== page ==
<LinearLayout xmlns:android="http://schemas.android.com/apk/res/android"
android:orientation="vertical"

android:layout_width="fill_parent"
android:layout_height="fill_parent"
android:id="@+id/info"
>
<TextView
android:layout_width="fill_parent"
android:layout_height="wrap_content"
android:text="@string/develop"
/>

<CheckBox xmlns:android="http://schemas.android.com/apk/res/android"
android:id="@+id/windows"
android:layout_width="wrap_content"
android:layout_height="wrap_content"
android:checked="true"
android:text="Windows" />

<CheckBox xmlns:android="http://schemas.android.com/apk/res/android"
android:id="@+id/linux"
android:layout_width="wrap_content"
android:layout_height="wrap_content"
android:text="Linux" />

<CheckBox xmlns:android="http://schemas.android.com/apk/res/android"
android:id="@+id/mac"
android:layout_width="wrap_content"
android:layout_height="wrap_content"
android:text="Mac" />
</LinearLayout>
If we run the application now, it will be seen as below: The user will be able to select or deselect the different options on the screen.

Adding CheckBox Through Code

Sometimes, we might want to add checkboxes only under specific conditions.For such cases, Checkboxes can be added through code. The following is the code that will dynamically add one TextView and two more CheckBox to the previous screen.
public void onCreate(Bundle savedInstanceState) {
   super.onCreate(savedInstanceState);
   setContentView(R.layout.main);

   View linearLayout =

   TextView tvAdditionalQuestions = new TextView(this);
   tvAdditionalQuestions.setText("Some Addtional Questions...");
   ((LinearLayout) linearLayout).addView(tvAdditionalQuestions);

   CheckBox cbMobileDevelopment = new CheckBox(this);
   cbMobileDevelopment.setText("I love Mobile Development");

   findViewById(R.id.info);

   ((LinearLayout) linearLayout).addView(cbMobileDevelopment);

CheckBox cbLoveAndroid = new CheckBox(this);
cbLoveAndroid.setText("I love Android");
   ((LinearLayout) linearLayout).addView(cbLoveAndroid);

}
Here, we create an instance of the checkbox and set the text for it using the setText method. If we run the application now, the screen will be as follows:

Radio Button

Radio buttons are similar to checkboxes in that they also enable users users to select options. The one major difference is that from a group of radio buttons, only one can be selected at a time. To make a radio button part of one group you have to add it to a RadioGroup.

Adding Radio Button Through Layout.xml

To add the tadio buttons through the XML file, you have to first create a <RadioGroup> tag and then add <RadioButton> tags within it. The following is the code to add three radio buttons via XML
<LinearLayout xmlns:android="http://schemas.android.com/apk/res/android"
android:orientation="vertical"
android:layout_width="fill_parent"
android:layout_height="fill_parent"
android:id="@+id/info"
>
<TextView
android:layout_width="fill_parent"
android:layout_height="wrap_content"
android:text="Which is your favourite platorm for Android development"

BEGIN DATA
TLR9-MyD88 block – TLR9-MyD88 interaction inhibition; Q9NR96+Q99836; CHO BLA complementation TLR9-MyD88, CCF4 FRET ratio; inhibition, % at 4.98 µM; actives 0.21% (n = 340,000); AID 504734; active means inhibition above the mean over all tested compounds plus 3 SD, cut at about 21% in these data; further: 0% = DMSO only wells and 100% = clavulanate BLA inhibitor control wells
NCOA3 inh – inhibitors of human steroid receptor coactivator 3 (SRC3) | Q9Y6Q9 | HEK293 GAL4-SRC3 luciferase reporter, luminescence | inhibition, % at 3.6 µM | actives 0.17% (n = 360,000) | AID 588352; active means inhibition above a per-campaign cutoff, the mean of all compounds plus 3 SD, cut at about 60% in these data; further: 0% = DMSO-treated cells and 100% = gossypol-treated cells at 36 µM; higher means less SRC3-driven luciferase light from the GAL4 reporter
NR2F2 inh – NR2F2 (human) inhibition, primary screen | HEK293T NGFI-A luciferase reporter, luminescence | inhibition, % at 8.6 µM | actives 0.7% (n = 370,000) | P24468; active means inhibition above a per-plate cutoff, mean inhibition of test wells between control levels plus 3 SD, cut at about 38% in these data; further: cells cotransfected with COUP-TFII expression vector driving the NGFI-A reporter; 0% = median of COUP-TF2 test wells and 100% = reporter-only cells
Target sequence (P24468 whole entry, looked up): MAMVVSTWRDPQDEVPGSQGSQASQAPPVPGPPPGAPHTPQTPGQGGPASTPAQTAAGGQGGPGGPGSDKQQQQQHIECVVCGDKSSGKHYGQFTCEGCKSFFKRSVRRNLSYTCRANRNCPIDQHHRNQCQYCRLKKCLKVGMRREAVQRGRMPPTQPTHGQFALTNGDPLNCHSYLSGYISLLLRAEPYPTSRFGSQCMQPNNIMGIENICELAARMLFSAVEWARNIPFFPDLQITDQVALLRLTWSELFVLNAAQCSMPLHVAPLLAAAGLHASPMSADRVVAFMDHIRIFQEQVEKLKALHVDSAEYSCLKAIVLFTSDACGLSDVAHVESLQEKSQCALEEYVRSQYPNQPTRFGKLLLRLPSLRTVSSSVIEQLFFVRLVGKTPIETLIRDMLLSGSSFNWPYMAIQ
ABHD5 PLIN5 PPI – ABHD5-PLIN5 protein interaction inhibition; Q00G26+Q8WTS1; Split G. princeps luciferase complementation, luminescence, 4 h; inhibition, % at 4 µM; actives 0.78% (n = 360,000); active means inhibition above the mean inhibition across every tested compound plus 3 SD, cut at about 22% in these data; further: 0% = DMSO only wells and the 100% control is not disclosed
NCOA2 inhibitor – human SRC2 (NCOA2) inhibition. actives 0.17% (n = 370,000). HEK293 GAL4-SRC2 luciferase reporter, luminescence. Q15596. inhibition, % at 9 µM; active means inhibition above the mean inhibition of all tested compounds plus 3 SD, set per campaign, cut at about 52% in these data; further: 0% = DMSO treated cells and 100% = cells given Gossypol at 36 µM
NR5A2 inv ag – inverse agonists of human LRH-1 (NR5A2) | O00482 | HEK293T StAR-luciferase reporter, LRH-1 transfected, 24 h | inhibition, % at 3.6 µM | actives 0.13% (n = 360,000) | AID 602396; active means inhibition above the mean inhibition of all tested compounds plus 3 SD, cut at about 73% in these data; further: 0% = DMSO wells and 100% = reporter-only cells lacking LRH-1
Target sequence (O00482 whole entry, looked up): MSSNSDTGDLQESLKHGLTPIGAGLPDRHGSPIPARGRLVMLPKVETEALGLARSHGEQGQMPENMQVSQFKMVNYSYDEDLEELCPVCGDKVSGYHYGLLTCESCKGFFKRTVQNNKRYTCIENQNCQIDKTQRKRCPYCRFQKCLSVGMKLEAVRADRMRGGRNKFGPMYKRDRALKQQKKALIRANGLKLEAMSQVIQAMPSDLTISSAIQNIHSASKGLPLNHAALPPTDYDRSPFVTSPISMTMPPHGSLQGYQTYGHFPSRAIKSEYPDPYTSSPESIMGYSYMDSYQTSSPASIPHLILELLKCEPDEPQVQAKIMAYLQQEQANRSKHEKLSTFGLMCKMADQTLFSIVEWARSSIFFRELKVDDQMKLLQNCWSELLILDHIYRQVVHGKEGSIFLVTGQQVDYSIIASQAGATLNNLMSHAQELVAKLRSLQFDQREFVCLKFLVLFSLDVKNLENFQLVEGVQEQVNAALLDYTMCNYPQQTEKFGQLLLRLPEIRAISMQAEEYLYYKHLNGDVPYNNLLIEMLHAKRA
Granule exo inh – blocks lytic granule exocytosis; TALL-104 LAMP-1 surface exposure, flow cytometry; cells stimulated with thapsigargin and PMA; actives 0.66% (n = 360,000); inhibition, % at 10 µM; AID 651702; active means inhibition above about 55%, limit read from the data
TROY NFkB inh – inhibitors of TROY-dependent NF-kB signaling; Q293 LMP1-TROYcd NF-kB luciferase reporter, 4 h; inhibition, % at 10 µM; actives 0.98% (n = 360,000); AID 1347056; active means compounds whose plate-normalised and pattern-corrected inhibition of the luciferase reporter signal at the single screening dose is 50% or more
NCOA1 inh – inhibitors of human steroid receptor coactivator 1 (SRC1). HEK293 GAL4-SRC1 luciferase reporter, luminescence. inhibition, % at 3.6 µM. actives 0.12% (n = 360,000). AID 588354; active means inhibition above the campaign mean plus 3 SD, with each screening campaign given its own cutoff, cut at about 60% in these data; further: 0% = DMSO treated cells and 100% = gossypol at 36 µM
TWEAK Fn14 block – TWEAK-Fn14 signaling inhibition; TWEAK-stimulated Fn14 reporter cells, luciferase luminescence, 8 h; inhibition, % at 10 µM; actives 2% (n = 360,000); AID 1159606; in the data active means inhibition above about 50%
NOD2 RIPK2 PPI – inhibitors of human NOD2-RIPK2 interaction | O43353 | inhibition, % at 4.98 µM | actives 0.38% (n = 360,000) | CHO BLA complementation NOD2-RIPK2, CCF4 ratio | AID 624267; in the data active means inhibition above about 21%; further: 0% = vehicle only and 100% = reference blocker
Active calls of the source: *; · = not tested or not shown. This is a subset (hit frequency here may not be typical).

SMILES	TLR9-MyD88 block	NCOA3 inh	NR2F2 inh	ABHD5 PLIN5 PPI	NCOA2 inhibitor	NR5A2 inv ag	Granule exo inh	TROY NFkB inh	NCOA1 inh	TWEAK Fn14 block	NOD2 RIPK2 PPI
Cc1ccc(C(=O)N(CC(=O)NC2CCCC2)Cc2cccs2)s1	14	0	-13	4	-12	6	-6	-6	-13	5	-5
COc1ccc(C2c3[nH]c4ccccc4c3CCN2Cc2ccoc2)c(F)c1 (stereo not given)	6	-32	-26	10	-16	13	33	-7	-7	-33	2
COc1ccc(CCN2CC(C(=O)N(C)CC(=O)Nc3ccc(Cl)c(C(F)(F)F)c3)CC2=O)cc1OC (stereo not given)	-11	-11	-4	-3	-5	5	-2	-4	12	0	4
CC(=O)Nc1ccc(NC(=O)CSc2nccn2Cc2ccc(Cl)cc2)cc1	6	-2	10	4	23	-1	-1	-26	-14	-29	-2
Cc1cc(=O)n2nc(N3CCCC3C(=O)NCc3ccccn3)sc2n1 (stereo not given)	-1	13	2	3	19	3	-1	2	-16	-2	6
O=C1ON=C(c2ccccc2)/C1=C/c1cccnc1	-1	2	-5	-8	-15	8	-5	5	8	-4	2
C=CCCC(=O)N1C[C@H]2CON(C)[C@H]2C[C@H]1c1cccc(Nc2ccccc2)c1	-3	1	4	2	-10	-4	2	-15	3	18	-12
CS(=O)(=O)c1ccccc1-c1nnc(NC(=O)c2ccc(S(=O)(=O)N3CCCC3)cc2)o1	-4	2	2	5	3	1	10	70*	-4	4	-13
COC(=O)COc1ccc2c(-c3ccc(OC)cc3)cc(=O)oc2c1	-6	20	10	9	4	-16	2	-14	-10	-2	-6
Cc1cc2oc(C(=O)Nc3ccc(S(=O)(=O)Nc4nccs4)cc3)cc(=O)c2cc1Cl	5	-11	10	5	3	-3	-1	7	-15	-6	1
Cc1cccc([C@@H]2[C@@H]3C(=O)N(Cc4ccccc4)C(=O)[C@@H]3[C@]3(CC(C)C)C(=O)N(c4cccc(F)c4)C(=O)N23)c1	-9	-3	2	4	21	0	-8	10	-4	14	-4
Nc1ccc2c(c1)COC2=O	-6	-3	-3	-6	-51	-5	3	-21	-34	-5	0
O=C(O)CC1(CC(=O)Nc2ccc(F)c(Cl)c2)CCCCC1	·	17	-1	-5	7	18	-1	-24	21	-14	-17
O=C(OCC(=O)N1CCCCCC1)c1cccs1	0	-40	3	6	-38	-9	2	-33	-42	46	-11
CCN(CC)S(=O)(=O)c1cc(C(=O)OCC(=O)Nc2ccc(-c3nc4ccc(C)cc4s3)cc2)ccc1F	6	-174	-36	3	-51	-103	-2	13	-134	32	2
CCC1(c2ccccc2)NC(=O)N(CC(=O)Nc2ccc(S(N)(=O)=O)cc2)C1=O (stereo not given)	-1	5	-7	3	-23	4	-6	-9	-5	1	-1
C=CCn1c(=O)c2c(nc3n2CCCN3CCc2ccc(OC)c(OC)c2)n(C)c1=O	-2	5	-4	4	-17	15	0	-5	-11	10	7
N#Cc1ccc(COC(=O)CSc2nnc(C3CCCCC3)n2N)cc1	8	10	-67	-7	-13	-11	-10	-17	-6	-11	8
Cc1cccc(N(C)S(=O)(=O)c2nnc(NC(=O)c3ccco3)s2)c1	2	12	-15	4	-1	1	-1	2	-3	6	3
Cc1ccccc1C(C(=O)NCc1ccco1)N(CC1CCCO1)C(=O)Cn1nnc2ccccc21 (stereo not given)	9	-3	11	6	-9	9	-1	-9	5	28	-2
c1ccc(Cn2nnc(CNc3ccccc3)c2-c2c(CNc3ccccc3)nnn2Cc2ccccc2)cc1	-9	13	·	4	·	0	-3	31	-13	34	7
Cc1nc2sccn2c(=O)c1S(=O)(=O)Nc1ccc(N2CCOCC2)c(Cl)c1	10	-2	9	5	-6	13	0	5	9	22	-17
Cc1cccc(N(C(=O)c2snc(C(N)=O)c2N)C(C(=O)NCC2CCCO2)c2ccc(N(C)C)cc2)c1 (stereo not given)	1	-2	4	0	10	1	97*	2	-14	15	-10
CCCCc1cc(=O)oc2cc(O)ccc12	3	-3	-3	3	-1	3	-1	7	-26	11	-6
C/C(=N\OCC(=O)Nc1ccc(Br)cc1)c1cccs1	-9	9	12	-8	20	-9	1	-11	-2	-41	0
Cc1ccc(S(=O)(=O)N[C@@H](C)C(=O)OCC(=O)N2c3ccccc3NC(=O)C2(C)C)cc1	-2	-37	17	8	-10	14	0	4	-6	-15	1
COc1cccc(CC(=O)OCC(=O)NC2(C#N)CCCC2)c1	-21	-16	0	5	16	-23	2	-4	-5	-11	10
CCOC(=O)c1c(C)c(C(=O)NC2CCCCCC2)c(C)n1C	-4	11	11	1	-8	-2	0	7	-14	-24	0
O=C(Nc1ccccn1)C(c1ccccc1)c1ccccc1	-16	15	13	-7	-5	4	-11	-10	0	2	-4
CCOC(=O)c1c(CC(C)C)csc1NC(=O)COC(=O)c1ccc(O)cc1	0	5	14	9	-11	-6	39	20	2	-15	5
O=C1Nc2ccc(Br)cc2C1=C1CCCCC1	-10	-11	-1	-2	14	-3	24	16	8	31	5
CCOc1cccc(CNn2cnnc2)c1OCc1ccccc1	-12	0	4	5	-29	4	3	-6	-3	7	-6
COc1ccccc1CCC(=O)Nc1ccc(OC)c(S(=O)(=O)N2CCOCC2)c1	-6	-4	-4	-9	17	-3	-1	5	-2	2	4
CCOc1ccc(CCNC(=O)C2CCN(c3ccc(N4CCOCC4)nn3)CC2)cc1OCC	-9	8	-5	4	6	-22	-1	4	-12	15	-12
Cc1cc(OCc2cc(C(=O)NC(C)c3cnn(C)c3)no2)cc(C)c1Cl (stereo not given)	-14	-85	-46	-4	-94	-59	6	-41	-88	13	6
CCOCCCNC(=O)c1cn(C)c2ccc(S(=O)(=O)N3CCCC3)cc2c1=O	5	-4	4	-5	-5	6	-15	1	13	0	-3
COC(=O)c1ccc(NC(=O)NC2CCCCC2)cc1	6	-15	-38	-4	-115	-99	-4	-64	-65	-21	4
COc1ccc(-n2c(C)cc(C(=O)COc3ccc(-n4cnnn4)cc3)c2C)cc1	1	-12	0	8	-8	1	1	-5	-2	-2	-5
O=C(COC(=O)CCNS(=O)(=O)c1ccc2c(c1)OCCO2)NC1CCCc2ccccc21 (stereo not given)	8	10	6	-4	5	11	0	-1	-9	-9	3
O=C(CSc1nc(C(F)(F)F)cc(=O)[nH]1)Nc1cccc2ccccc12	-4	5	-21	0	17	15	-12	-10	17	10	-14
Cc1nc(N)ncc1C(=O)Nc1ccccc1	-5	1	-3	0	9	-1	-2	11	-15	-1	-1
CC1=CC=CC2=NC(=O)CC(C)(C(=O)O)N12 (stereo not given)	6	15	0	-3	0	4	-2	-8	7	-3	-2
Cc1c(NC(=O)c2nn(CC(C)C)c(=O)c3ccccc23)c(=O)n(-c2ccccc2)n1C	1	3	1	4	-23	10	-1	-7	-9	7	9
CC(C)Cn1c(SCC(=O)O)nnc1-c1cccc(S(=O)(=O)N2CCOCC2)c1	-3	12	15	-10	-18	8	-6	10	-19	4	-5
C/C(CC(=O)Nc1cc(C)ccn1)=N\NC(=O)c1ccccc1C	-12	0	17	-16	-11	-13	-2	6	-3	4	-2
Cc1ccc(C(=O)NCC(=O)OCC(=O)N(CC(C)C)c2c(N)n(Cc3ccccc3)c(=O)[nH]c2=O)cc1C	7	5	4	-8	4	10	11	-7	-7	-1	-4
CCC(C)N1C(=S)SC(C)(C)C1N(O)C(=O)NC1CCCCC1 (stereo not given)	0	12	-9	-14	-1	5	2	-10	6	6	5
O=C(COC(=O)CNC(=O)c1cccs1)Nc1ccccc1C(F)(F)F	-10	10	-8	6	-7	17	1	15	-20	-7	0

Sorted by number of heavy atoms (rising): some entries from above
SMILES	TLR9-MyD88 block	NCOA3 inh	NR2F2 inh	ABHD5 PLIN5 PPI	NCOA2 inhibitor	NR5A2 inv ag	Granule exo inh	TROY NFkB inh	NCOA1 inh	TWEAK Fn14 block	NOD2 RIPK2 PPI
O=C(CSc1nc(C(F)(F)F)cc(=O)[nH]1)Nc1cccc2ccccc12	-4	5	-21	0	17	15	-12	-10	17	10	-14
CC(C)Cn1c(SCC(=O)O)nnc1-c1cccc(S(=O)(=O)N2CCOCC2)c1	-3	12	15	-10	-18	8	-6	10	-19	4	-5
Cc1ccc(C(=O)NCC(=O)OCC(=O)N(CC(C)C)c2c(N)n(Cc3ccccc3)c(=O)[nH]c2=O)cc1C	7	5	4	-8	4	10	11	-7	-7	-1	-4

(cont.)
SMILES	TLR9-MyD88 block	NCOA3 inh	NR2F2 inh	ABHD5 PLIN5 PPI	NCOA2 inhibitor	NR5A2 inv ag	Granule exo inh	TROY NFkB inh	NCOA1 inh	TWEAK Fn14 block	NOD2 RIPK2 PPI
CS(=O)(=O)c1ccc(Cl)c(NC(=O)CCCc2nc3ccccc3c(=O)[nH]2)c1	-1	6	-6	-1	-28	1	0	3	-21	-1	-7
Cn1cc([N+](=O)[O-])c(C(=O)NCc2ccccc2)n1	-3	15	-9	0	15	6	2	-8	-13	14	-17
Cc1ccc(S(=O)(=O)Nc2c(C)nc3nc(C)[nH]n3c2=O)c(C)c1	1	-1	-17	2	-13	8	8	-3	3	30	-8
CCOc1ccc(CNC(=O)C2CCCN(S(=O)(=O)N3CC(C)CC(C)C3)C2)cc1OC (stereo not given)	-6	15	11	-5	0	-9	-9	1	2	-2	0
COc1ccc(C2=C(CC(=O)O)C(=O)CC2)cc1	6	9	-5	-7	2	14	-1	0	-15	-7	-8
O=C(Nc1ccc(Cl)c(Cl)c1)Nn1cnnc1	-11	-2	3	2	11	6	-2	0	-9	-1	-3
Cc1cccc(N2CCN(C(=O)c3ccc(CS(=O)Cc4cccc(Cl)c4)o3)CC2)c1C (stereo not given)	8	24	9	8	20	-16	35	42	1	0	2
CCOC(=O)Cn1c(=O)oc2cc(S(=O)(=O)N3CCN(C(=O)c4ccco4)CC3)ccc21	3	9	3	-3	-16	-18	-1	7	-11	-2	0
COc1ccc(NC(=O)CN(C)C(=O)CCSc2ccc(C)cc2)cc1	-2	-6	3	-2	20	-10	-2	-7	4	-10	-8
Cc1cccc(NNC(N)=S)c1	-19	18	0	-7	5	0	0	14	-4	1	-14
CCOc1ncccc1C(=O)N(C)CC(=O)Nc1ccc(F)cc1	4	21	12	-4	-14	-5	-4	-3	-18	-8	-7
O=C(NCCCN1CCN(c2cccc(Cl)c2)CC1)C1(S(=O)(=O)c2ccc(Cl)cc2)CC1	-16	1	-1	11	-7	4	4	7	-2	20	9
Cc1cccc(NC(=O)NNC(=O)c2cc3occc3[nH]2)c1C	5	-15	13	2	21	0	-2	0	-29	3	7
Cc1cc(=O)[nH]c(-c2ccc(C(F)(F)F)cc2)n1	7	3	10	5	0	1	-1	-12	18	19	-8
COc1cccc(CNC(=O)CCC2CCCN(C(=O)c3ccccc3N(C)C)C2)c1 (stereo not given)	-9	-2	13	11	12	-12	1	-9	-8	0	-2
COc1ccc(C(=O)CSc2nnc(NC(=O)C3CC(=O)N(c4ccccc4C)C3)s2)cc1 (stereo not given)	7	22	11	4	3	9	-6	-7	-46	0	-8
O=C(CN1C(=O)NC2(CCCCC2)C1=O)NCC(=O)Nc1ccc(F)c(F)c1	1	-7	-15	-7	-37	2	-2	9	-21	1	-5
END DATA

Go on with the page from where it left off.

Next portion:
/>

<RadioGroup
xmlns:android="http://schemas.android.com/apk/res/android"
android:orientation="vertical"
android:layout_width="fill_parent"
android:layout_height="fill_parent"
>
<RadioButton android:id="@+id/windows"
android:layout_width="wrap_content"
android:layout_height="wrap_content"
android:text="Windows" />

<RadioButton android:id="@+id/linux"
android:layout_width="wrap_content"
android:layout_height="wrap_content"
android:text="Linux" />

<RadioButton android:id="@+id/mac"
android:layout_width="wrap_content"
android:layout_height="wrap_content"
android:text="Mac" />
</RadioGroup>
</LinearLayout>
Here, we add the radio button tags for the options we want to display to the user. If we run the program now, the screen will appear as follows:

Adding Radio Button Through Code

Like the other widgets, even the Radio button can be added through code. Just like we did in the XML file, first we will need to create a radio group. Then, we will create instances of the radio button and then finally, we’ll add these instances to the radio group. Once this is done, we can add the radio group to the layout. The following is the code to add two radio buttons:
public void onCreate(Bundle savedInstanceState) {
   super.onCreate(savedInstanceState);
   setContentView(R.layout.main);

   View linearLayout =

   TextView tvAdditionalQuestions = new TextView(this);
   tvAdditionalQuestions.setText("Would You Like to Switch your
development Enviroment...");
   ((LinearLayout) linearLayout).addView(tvAdditionalQuestions);

   RadioGroup rgAddtionalQuestion = new RadioGroup(this);
   rgAddtionalQuestion.setOrientation(RadioGroup.VERTICAL);

   RadioButton rbYes = new RadioButton(this);
   rbYes.setText("Yes");
rgAddtionalQuestion.addView(rbYes);

   RadioButton rbNo = new RadioButton(this);
   rbNo.setText("No");
rgAddtionalQuestion.addView(rbNo);

   ((LinearLayout) linearLayout).addView(rgAddtionalQuestion);

}
If we run the application now, the screen will be as follows:

Conclusion

Android has a strong support to create a sensible, intuitive user interface. Android’s GUI toolkit provides a good variety of widgets, all of which can be used in different combinations to create the ideal UI for your applications. So, have fun creating your Android apps.